8. Katie, the stitches shouldn't show at all on the right side of the coat. As I mentioned, it might get a little puckery, but ideally all your thread will be inside the coat. Silk thread is recommended for tailoring all the time - I think because it tangles less and it doesn't leave impressions with pressing. I like hand stitching with it because it runs through fabric so smoothly. Kenneth King says in Cool Couture that you can substitute rayon embroidery thread, which is easier to find in lots of colors. Hope this helps!

      Heather, that is indeed my be-flowered arm. :)

    9. Ooh! It's getting exciting! :) I just caught up to where Wednesday's post left off and am getting ready to do the taping part tonight. Hopefully I'll be able to work on the pad stitching over the weekend. I keep looking at what I've done so far and thinking "Wow, this is so cool!". So thank you for taking the time to document this process and teach me a new skill--I'm really getting hooked on tailoring!

      I do have one question for you: I decided to interface the back with the hair canvas entirely, since the gabardine is really benefiting from the body that the canvas give in the front. I know you're only going to be covering the half-canvas back, so I was wondering if you might briefly touch on how to handle the back hair canvas if one decides to interface the full back? (Should I do it just like the front pieces with the basting and such?)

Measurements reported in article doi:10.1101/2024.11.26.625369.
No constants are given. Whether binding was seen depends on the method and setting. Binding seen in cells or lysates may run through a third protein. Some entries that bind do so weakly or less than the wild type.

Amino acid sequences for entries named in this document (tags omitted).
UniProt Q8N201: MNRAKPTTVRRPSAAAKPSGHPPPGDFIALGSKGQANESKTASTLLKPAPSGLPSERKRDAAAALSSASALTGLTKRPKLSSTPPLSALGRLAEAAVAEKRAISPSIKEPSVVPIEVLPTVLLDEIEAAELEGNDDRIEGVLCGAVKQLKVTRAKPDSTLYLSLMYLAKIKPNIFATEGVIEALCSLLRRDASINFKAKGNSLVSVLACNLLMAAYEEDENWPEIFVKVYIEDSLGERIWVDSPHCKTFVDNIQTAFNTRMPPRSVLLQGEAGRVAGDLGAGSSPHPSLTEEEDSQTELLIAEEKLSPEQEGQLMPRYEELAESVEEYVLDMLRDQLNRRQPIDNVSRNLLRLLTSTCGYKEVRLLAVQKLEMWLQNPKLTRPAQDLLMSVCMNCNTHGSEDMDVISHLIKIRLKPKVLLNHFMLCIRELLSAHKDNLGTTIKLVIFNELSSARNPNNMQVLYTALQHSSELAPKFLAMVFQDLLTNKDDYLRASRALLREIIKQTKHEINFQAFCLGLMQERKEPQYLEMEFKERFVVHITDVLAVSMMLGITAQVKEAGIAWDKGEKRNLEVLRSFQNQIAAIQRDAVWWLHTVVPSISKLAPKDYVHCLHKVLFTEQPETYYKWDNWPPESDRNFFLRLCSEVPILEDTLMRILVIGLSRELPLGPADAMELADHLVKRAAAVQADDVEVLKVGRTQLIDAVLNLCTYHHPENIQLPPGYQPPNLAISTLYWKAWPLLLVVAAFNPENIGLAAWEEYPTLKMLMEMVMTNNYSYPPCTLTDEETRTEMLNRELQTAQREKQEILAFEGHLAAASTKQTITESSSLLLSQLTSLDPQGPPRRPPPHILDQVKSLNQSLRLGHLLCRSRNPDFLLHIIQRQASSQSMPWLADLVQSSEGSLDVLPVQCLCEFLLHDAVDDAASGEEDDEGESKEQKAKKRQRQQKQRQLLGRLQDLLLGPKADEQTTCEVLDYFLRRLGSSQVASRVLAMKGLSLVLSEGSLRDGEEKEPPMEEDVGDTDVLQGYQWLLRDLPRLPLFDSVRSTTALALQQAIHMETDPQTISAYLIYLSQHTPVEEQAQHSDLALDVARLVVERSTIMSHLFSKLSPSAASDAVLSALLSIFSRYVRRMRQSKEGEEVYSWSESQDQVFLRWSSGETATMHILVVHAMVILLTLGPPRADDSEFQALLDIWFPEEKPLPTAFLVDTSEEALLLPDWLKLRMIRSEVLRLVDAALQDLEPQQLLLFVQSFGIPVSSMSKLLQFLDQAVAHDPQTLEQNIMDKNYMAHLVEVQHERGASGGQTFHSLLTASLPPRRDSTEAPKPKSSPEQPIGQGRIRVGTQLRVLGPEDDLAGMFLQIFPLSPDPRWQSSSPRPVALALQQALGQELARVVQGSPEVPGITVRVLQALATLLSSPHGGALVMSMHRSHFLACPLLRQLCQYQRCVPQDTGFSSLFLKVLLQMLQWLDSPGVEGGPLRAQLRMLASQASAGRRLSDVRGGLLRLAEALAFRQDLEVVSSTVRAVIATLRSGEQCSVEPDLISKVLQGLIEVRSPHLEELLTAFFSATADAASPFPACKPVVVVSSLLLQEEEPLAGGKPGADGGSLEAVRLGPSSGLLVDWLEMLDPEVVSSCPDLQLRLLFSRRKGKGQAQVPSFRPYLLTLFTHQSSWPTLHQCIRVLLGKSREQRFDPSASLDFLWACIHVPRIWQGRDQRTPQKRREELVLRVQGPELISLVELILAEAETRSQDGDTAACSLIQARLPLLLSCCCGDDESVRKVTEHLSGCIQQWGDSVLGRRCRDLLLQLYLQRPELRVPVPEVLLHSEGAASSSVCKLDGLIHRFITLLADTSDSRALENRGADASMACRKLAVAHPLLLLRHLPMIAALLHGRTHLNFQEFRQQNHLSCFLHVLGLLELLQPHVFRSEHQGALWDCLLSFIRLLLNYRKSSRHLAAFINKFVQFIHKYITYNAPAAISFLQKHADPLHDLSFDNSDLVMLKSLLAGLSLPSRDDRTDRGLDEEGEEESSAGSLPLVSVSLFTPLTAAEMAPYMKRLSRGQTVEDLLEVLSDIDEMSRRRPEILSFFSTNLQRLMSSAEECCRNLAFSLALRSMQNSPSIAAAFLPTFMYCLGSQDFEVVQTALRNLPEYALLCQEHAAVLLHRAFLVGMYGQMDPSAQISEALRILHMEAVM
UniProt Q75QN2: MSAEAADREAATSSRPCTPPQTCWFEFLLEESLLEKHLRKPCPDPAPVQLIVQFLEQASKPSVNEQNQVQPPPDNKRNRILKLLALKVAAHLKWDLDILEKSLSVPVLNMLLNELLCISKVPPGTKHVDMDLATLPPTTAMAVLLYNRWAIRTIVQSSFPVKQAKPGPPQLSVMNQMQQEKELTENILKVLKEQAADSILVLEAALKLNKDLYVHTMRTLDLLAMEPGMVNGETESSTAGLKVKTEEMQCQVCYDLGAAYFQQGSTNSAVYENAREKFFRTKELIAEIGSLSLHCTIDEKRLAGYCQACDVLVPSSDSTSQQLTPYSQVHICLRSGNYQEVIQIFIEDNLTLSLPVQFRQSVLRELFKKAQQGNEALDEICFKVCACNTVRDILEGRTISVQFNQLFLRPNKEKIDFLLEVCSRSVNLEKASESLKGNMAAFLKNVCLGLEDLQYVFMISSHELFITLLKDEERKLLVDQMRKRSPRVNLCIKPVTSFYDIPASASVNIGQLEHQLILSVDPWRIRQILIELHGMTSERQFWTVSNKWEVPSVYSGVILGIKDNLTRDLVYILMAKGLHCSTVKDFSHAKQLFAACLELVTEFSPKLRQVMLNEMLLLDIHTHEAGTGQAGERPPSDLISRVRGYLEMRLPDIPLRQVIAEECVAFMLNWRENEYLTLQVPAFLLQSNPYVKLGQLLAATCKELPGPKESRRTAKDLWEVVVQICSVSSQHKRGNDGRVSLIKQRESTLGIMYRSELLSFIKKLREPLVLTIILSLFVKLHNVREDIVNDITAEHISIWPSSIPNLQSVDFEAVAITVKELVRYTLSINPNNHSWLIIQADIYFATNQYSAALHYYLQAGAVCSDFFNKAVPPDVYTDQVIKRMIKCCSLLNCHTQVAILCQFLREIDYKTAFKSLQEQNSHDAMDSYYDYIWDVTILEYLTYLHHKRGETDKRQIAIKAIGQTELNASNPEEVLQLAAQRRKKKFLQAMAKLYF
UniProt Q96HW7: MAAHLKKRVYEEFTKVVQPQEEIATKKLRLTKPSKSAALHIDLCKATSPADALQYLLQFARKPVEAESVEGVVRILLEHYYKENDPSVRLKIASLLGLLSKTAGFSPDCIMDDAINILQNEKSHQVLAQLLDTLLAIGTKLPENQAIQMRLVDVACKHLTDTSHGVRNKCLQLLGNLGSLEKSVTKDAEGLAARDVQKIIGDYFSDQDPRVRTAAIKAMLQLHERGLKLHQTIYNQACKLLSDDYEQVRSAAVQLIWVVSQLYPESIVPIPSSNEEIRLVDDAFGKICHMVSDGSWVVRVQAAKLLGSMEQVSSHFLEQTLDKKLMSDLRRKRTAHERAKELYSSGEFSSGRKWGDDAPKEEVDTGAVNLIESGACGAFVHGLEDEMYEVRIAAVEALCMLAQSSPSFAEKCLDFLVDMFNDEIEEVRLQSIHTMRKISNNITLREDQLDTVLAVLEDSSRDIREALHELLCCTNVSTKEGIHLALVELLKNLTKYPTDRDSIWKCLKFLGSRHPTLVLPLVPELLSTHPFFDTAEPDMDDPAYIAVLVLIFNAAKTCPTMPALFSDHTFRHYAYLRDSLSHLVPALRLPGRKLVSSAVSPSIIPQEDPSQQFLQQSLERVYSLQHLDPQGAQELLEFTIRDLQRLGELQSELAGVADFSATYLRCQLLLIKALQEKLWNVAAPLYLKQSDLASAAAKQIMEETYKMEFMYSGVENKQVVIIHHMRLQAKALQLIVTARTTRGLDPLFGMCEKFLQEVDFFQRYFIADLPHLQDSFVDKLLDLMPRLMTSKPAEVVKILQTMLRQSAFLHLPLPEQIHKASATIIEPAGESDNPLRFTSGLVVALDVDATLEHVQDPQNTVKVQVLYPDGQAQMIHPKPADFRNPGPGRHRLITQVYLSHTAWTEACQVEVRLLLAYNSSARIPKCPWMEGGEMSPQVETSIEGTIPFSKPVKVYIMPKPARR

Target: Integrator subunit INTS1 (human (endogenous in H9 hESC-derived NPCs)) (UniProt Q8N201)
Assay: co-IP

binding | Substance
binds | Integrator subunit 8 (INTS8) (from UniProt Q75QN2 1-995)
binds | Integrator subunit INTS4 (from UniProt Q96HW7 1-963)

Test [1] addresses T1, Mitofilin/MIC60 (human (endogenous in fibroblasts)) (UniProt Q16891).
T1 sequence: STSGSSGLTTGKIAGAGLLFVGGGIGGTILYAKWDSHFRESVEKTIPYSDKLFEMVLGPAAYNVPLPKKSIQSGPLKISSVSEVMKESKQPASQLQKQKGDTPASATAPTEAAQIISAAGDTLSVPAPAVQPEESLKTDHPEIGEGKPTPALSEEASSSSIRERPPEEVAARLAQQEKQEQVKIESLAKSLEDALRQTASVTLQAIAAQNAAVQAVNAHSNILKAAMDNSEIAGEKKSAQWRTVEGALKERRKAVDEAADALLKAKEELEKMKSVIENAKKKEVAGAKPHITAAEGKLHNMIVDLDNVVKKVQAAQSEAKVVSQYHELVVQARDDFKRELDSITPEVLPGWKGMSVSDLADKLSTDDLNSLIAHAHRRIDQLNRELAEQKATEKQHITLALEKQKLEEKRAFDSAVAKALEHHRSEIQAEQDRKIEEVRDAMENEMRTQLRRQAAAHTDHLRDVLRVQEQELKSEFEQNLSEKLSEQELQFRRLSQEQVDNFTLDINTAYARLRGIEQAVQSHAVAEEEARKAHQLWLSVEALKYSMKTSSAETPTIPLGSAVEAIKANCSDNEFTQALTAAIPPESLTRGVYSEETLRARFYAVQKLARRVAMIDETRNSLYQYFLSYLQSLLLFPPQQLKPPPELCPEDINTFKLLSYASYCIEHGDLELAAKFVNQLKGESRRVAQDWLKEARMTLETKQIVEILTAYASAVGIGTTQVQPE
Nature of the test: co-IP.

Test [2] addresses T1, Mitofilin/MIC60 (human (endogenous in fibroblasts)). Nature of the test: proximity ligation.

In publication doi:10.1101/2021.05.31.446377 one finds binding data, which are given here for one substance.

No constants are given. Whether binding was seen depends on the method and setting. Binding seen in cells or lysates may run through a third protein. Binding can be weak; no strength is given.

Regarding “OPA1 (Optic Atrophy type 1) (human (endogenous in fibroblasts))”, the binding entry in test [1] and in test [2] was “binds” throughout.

Anyway, thanks again for posting these video lessons! :)

      ♥ Casey | blog

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    11. Does anyone know if it's a bad idea to try piecing hair canvas? I don't have a large enough area left for my last front piece, but could probably piece it at the lapel roll line or something. I'm chagrined that I bought 25" hair canvas at a "discount" fabric warehouse when I could have bought 66" wide online for not even double the price.

    12. Gertie, I am surprised that the side front is done in hair canvas -- my tailoring books omit interfacing the side front even when it is a single front piece rather than a princess seam. Have you decided to do it this way because of your particular fabric? I do know that some people will fuse the whole front especially on a loosely woven fabric. I'm inquiring because I am considering skipping the canvas on my side fronts. I'm using a wool herringbone flannel. Thanks!

      PS Wow! Lot of work you are putting into this. thank you!